Cover image for The Cassandra compact
The Cassandra compact
Ludlum, Robert, 1927-2001.
Personal Author:
First edition.
Publication Information:
New York : St. Martin's Griffin, 2001.
Physical Description:
387 pages ; 24 cm.
Added Author:
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Central Library X Adult Fiction Central Library
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For thirty years, Robert Ludlum has been the acknowledged master of suspense and global intrigue. With an unbroken string of bestsellers in nearly every country around the world, his books have thrilled hundreds of millions of readers setting a standard that has never been equaled. Having once again raised the bar with his widely acclaimed bestsellers The Prometheus Deception and The Hades Factor, Ludlum returns with the latest novel in his Covert-One series. Delivering all of the complex, compelling action and heartstopping suspense for which he has become so justly famous, Robert Ludlum's latest is a novel that could only come from the imagination of one of America's greatest storyteller:The Cassandra CompactYuri Danko, a deep cover Russian asset for Covert-One, is on the run.His last communication was a cryptic and urgent plea for extraction.With no hint of what sudden danger Danko encountered or information he uncovered that could have driven him to such extreme action, Covert-One operative Jon Smith is sent to the pre-arranged meeting place with instructions to bring Danko out.Ten days later, in Venice, Danko arrives breathless and bedraggled at Jon Smith's table at an outdoor caf in Venice.But he barely opens his mouth before his body is ripped apart by a spray of assassins' bullets.Smith, eluding the hail of bullets, gives chase - only to witness the assassins themselves falling prey to a brutal execution.With only the scant clues left behind by Danko to go on, Jon Smith and Covert-One quickly conclude that someone is out to do the unthinkable - attempt to steal Russia's store of the smallpox virus.Now completely eradicated, smallpox is the deadliest of viruses and could well cause an epidemic of undreamed of scale should it be released in the general population. Smith and his Covert-One colleagues must prevent the virus from being stolen.But their unseen adversaries are several steps ahead of them and the virus is en route to the United States.Now they must unravel the complex scheme, overcome their powerful and invisible opponents, and recover or destroy the virus before the power of total Armageddon rests comfortably in the arms of a madman.AUTHORBIO: Robert Ludlum is the internationally bestselling author of twenty-four novels published in thirty-two languages and forty countries. Read by hundreds of millions world-wide, his books include The Prometheus Deception, The Bourne Identity, The Icarus Agenda, and The Chancellor Manuscript. He divides his time between Florida and Montana.Philip Shelby is a screenwriter and novelist whose numerous books include the bestselling novels Days of Drums, Last Rites, and The Gatekeeper. He lives in Los Angeles, California.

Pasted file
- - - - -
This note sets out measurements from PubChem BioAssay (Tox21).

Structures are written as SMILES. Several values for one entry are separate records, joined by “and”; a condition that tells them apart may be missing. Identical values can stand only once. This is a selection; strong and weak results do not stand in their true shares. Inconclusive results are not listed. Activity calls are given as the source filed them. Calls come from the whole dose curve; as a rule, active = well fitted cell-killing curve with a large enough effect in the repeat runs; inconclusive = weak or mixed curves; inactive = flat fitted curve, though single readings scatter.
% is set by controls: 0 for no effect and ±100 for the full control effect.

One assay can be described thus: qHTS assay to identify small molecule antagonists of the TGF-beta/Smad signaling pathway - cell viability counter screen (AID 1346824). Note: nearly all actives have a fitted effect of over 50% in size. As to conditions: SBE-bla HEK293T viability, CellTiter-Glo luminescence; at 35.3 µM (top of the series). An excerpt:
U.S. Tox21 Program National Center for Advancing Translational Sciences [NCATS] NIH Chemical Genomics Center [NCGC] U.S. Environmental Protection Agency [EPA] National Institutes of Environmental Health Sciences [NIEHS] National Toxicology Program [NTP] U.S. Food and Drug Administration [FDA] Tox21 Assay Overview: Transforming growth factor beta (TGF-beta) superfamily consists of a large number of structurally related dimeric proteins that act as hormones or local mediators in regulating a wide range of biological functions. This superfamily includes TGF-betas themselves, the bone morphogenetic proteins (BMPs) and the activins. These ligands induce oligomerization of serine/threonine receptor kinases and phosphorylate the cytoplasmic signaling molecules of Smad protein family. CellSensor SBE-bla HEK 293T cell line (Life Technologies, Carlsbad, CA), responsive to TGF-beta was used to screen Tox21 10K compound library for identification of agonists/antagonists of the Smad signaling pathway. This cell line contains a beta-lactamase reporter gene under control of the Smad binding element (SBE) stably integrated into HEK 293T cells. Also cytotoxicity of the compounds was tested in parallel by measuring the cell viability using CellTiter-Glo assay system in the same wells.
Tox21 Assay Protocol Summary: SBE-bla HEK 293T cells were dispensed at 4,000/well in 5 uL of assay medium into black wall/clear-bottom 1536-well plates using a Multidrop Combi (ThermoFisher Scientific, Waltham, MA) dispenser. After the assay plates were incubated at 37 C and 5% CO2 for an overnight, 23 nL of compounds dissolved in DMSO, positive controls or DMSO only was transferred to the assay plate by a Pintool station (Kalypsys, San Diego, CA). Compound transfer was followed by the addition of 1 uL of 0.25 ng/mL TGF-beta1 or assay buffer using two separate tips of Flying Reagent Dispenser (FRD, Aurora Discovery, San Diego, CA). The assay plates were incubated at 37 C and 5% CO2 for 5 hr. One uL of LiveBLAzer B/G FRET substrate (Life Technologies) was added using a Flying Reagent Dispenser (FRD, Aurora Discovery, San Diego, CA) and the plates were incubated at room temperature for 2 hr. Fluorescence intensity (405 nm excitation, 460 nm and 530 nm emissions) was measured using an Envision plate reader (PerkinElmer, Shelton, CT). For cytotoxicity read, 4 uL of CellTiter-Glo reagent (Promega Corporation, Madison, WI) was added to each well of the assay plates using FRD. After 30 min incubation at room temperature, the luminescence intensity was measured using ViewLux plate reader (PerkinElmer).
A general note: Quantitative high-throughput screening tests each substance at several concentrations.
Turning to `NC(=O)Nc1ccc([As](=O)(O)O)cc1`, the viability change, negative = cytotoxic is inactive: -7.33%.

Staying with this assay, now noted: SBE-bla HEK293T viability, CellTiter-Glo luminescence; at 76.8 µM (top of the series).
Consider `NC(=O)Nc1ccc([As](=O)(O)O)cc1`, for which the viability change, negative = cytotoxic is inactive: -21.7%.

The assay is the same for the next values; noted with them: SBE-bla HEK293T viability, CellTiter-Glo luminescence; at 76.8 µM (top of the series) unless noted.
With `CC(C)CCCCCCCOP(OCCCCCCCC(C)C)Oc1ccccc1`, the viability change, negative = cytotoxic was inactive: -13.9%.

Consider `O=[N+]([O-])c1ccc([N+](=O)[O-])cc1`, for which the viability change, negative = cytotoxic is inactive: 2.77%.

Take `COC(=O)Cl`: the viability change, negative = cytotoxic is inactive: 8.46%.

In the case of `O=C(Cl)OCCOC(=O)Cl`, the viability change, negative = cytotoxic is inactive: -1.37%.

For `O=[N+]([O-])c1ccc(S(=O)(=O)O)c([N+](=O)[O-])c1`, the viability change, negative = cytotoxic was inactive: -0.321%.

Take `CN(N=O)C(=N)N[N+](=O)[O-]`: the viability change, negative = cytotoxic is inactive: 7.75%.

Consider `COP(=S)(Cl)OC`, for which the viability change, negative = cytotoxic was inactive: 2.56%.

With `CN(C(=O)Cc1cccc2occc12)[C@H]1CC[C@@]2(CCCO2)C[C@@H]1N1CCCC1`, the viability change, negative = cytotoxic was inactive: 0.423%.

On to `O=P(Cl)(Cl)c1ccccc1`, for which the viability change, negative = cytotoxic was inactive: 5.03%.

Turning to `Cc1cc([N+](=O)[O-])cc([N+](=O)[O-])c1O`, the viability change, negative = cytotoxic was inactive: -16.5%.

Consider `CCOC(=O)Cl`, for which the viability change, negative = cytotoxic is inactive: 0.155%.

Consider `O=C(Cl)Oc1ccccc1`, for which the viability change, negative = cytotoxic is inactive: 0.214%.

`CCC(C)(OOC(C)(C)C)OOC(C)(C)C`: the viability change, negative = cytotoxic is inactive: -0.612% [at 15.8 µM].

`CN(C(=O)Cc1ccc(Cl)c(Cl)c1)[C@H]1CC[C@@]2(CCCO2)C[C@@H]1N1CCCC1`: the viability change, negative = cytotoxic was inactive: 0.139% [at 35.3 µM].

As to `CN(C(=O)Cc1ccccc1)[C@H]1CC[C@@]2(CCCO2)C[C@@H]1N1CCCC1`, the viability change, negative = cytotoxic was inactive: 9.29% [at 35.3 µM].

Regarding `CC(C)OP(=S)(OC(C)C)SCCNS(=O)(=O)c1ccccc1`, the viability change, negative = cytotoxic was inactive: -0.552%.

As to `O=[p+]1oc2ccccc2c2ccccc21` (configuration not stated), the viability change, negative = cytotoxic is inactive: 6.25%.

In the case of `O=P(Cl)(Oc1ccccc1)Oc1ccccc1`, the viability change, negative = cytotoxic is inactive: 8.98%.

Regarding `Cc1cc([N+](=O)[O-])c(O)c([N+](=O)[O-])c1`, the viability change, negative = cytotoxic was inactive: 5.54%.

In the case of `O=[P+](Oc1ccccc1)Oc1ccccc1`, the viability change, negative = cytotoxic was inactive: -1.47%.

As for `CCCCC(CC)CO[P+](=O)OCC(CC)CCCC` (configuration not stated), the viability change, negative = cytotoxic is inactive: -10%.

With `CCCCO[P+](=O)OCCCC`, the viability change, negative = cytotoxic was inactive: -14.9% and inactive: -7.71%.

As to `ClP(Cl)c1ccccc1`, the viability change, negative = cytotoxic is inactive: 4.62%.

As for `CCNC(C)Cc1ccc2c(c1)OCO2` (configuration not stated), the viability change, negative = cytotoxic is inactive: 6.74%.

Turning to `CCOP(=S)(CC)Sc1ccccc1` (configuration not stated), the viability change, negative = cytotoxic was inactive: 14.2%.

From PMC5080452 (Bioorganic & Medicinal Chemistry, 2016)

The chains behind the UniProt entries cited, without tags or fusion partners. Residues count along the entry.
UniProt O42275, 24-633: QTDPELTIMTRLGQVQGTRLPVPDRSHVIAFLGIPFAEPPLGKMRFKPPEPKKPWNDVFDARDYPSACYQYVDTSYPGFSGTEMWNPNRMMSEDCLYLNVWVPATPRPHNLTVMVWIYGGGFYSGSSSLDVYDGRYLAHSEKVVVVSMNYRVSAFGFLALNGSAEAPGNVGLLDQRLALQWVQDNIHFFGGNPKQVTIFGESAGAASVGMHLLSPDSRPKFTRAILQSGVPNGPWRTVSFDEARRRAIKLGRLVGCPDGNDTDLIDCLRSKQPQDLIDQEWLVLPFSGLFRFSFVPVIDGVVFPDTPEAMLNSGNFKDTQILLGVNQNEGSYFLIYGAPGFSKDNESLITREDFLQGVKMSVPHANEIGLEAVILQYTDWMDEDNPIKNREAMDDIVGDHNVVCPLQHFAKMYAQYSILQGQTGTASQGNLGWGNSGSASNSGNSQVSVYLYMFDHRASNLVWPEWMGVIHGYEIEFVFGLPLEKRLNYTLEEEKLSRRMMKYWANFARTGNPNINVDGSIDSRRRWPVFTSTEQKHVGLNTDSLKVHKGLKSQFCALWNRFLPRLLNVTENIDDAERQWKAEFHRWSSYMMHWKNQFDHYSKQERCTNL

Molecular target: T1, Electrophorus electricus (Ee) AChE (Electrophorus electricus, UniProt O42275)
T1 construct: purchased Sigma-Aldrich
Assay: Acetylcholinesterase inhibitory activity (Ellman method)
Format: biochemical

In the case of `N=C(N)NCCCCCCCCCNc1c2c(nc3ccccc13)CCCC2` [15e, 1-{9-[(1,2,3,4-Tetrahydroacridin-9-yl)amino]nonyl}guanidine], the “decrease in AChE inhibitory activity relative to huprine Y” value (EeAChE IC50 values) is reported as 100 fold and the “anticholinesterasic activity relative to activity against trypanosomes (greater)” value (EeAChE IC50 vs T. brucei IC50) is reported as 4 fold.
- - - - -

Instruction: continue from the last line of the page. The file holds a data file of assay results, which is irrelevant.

Author Notes

Robert Ludlum was born May 25, 1927 in New York City. He enlisted in the Marines at the age of eighteen and received a B.A. from Wesleyan University in 1951.